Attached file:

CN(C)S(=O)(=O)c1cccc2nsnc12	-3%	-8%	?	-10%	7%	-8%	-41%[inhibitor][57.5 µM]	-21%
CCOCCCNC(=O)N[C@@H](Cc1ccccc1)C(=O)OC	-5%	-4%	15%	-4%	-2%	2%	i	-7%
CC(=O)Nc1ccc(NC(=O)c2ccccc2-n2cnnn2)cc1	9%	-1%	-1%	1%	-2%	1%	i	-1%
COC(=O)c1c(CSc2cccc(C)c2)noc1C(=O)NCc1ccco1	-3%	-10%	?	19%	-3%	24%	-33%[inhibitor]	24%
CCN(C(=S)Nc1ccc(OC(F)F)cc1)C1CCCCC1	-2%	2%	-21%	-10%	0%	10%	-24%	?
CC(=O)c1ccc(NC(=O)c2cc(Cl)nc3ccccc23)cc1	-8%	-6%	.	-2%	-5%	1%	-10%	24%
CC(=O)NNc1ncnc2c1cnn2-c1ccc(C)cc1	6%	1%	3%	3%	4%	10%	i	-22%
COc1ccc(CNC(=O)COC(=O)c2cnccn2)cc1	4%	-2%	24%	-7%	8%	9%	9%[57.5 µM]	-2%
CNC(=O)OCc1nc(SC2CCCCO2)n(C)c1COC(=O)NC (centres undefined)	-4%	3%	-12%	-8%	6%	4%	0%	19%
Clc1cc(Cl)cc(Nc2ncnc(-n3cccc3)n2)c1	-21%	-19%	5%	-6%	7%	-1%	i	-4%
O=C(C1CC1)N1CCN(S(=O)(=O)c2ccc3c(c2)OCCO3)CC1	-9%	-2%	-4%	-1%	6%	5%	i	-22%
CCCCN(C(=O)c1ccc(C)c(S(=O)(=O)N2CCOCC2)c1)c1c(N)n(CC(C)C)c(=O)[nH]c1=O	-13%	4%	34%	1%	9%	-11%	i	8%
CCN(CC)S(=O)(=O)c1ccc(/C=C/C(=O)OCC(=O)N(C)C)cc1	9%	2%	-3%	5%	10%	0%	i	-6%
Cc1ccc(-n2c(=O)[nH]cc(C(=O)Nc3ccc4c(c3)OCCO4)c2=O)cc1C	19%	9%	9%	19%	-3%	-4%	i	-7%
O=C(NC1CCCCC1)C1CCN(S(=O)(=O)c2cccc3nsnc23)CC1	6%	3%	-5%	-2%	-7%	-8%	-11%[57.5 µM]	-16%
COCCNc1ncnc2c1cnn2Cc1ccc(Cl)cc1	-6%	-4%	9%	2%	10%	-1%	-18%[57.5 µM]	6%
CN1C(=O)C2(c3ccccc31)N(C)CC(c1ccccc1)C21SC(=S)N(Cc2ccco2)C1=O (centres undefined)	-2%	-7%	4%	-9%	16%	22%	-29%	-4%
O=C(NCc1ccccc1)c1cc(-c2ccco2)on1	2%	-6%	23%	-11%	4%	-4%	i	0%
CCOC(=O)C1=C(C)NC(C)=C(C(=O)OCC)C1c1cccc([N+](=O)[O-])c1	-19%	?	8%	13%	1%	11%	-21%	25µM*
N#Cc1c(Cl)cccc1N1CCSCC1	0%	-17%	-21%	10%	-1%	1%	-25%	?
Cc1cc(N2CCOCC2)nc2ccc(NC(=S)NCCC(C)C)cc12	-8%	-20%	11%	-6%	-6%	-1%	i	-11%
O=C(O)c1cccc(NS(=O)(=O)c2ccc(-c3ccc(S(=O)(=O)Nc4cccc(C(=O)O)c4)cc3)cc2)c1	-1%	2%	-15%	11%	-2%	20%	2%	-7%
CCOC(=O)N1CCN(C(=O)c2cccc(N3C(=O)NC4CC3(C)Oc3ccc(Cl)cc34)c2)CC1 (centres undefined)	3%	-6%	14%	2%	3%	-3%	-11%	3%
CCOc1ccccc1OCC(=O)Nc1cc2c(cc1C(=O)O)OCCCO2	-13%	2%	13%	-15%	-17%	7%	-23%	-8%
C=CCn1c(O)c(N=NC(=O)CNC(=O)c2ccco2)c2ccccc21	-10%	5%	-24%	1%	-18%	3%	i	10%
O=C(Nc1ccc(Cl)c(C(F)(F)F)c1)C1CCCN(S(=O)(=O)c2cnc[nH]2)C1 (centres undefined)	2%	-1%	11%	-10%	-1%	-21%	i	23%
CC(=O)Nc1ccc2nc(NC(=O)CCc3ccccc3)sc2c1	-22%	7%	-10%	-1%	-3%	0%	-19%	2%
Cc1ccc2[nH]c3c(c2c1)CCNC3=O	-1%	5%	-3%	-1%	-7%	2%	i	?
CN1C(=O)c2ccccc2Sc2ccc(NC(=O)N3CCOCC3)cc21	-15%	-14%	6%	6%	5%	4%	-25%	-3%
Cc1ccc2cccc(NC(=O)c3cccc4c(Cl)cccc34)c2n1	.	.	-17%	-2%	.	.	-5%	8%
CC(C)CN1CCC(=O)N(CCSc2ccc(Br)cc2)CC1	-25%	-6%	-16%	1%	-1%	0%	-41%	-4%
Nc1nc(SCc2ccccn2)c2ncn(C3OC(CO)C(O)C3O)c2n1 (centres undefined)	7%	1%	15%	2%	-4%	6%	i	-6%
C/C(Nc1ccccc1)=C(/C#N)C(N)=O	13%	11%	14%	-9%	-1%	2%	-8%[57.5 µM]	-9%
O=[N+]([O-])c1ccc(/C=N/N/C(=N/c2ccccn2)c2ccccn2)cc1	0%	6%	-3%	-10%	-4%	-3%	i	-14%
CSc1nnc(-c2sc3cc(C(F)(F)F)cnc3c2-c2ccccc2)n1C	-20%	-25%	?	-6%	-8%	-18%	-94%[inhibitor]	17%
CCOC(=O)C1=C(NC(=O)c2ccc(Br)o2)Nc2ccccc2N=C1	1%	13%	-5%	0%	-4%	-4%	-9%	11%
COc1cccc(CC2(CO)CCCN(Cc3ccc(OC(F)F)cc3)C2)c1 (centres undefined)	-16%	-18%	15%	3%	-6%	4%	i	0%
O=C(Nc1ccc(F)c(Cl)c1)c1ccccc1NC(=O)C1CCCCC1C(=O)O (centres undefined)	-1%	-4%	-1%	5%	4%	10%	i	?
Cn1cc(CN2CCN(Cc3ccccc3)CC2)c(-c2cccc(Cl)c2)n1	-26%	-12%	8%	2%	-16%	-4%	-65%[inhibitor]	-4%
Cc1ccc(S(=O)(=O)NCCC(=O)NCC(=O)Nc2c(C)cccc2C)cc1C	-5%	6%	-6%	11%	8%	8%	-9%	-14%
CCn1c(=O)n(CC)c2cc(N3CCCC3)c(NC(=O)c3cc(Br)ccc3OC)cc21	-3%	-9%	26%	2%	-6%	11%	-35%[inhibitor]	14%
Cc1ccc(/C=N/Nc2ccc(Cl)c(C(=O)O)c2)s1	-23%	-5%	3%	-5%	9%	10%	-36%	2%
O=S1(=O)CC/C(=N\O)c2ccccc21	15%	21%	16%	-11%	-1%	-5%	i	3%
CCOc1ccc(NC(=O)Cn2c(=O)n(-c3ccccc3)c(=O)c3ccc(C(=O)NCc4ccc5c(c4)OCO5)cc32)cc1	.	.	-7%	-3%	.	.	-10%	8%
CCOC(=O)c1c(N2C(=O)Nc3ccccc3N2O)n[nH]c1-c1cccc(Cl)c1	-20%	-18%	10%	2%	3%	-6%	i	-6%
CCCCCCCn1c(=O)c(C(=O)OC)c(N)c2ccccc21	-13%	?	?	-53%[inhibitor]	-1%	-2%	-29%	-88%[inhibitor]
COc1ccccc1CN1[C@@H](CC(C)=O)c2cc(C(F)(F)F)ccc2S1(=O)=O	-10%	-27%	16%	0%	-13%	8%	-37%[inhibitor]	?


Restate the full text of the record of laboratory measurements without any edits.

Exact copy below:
CN(C)S(=O)(=O)c1cccc2nsnc12	-3%	-8%	?	-10%	7%	-8%	-41%[inhibitor][57.5 µM]	-21%
CCOCCCNC(=O)N[C@@H](Cc1ccccc1)C(=O)OC	-5%	-4%	15%	-4%	-2%	2%	i	-7%
CC(=O)Nc1ccc(NC(=O)c2ccccc2-n2cnnn2)cc1	9%	-1%	-1%	1%	-2%	1%	i	-1%
COC(=O)c1c(CSc2cccc(C)c2)noc1C(=O)NCc1ccco1	-3%	-10%	?	19%	-3%	24%	-33%[inhibitor]	24%
CCN(C(=S)Nc1ccc(OC(F)F)cc1)C1CCCCC1	-2%	2%	-21%	-10%	0%	10%	-24%	?
CC(=O)c1ccc(NC(=O)c2cc(Cl)nc3ccccc23)cc1	-8%	-6%	.	-2%	-5%	1%	-10%	24%
CC(=O)NNc1ncnc2c1cnn2-c1ccc(C)cc1	6%	1%	3%	3%	4%	10%	i	-22%
COc1ccc(CNC(=O)COC(=O)c2cnccn2)cc1	4%	-2%	24%	-7%	8%	9%	9%[57.5 µM]	-2%
CNC(=O)OCc1nc(SC2CCCCO2)n(C)c1COC(=O)NC (centres undefined)	-4%	3%	-12%	-8%	6%	4%	0%	19%
Clc1cc(Cl)cc(Nc2ncnc(-n3cccc3)n2)c1	-21%	-19%	5%	-6%	7%	-1%	i	-4%
O=C(C1CC1)N1CCN(S(=O)(=O)c2ccc3c(c2)OCCO3)CC1	-9%	-2%	-4%	-1%	6%	5%	i	-22%
CCCCN(C(=O)c1ccc(C)c(S(=O)(=O)N2CCOCC2)c1)c1c(N)n(CC(C)C)c(=O)[nH]c1=O	-13%	4%	34%	1%	9%	-11%	i	8%
CCN(CC)S(=O)(=O)c1ccc(/C=C/C(=O)OCC(=O)N(C)C)cc1	9%	2%	-3%	5%	10%	0%	i	-6%
Cc1ccc(-n2c(=O)[nH]cc(C(=O)Nc3ccc4c(c3)OCCO4)c2=O)cc1C	19%	9%	9%	19%	-3%	-4%	i	-7%
O=C(NC1CCCCC1)C1CCN(S(=O)(=O)c2cccc3nsnc23)CC1	6%	3%	-5%	-2%	-7%	-8%	-11%[57.5 µM]	-16%
COCCNc1ncnc2c1cnn2Cc1ccc(Cl)cc1	-6%	-4%	9%	2%	10%	-1%	-18%[57.5 µM]	6%
CN1C(=O)C2(c3ccccc31)N(C)CC(c1ccccc1)C21SC(=S)N(Cc2ccco2)C1=O (centres undefined)	-2%	-7%	4%	-9%	16%	22%	-29%	-4%
O=C(NCc1ccccc1)c1cc(-c2ccco2)on1	2%	-6%	23%	-11%	4%	-4%	i	0%
CCOC(=O)C1=C(C)NC(C)=C(C(=O)OCC)C1c1cccc([N+](=O)[O-])c1	-19%	?	8%	13%	1%	11%	-21%	25µM*
N#Cc1c(Cl)cccc1N1CCSCC1	0%	-17%	-21%	10%	-1%	1%	-25%	?
Cc1cc(N2CCOCC2)nc2ccc(NC(=S)NCCC(C)C)cc12	-8%	-20%	11%	-6%	-6%	-1%	i	-11%
O=C(O)c1cccc(NS(=O)(=O)c2ccc(-c3ccc(S(=O)(=O)Nc4cccc(C(=O)O)c4)cc3)cc2)c1	-1%	2%	-15%	11%	-2%	20%	2%	-7%
CCOC(=O)N1CCN(C(=O)c2cccc(N3C(=O)NC4CC3(C)Oc3ccc(Cl)cc34)c2)CC1 (centres undefined)	3%	-6%	14%	2%	3%	-3%	-11%	3%
CCOc1ccccc1OCC(=O)Nc1cc2c(cc1C(=O)O)OCCCO2	-13%	2%	13%	-15%	-17%	7%	-23%	-8%
C=CCn1c(O)c(N=NC(=O)CNC(=O)c2ccco2)c2ccccc21	-10%	5%	-24%	1%	-18%	3%	i	10%
O=C(Nc1ccc(Cl)c(C(F)(F)F)c1)C1CCCN(S(=O)(=O)c2cnc[nH]2)C1 (centres undefined)	2%	-1%	11%	-10%	-1%	-21%	i	23%
CC(=O)Nc1ccc2nc(NC(=O)CCc3ccccc3)sc2c1	-22%	7%	-10%	-1%	-3%	0%	-19%	2%
Cc1ccc2[nH]c3c(c2c1)CCNC3=O	-1%	5%	-3%	-1%	-7%	2%	i	?
CN1C(=O)c2ccccc2Sc2ccc(NC(=O)N3CCOCC3)cc21	-15%	-14%	6%	6%	5%	4%	-25%	-3%
Cc1ccc2cccc(NC(=O)c3cccc4c(Cl)cccc34)c2n1	.	.	-17%	-2%	.	.	-5%	8%
CC(C)CN1CCC(=O)N(CCSc2ccc(Br)cc2)CC1	-25%	-6%	-16%	1%	-1%	0%	-41%	-4%
Nc1nc(SCc2ccccn2)c2ncn(C3OC(CO)C(O)C3O)c2n1 (centres undefined)	7%	1%	15%	2%	-4%	6%	i	-6%
C/C(Nc1ccccc1)=C(/C#N)C(N)=O	13%	11%	14%	-9%	-1%	2%	-8%[57.5 µM]	-9%
O=[N+]([O-])c1ccc(/C=N/N/C(=N/c2ccccn2)c2ccccn2)cc1	0%	6%	-3%	-10%	-4%	-3%	i	-14%
CSc1nnc(-c2sc3cc(C(F)(F)F)cnc3c2-c2ccccc2)n1C	-20%	-25%	?	-6%	-8%	-18%	-94%[inhibitor]	17%
CCOC(=O)C1=C(NC(=O)c2ccc(Br)o2)Nc2ccccc2N=C1	1%	13%	-5%	0%	-4%	-4%	-9%	11%
COc1cccc(CC2(CO)CCCN(Cc3ccc(OC(F)F)cc3)C2)c1 (centres undefined)	-16%	-18%	15%	3%	-6%	4%	i	0%
O=C(Nc1ccc(F)c(Cl)c1)c1ccccc1NC(=O)C1CCCCC1C(=O)O (centres undefined)	-1%	-4%	-1%	5%	4%	10%	i	?
Cn1cc(CN2CCN(Cc3ccccc3)CC2)c(-c2cccc(Cl)c2)n1	-26%	-12%	8%	2%	-16%	-4%	-65%[inhibitor]	-4%
Cc1ccc(S(=O)(=O)NCCC(=O)NCC(=O)Nc2c(C)cccc2C)cc1C	-5%	6%	-6%	11%	8%	8%	-9%	-14%
CCn1c(=O)n(CC)c2cc(N3CCCC3)c(NC(=O)c3cc(Br)ccc3OC)cc21	-3%	-9%	26%	2%	-6%	11%	-35%[inhibitor]	14%
Cc1ccc(/C=N/Nc2ccc(Cl)c(C(=O)O)c2)s1	-23%	-5%	3%	-5%	9%	10%	-36%	2%
O=S1(=O)CC/C(=N\O)c2ccccc21	15%	21%	16%	-11%	-1%	-5%	i	3%
CCOc1ccc(NC(=O)Cn2c(=O)n(-c3ccccc3)c(=O)c3ccc(C(=O)NCc4ccc5c(c4)OCO5)cc32)cc1	.	.	-7%	-3%	.	.	-10%	8%
CCOC(=O)c1c(N2C(=O)Nc3ccccc3N2O)n[nH]c1-c1cccc(Cl)c1	-20%	-18%	10%	2%	3%	-6%	i	-6%
CCCCCCCn1c(=O)c(C(=O)OC)c(N)c2ccccc21	-13%	?	?	-53%[inhibitor]	-1%	-2%	-29%	-88%[inhibitor]
COc1ccccc1CN1[C@@H](CC(C)=O)c2cc(C(F)(F)F)ccc2S1(=O)=O	-10%	-27%	16%	0%	-13%	8%	-37%[inhibitor]	?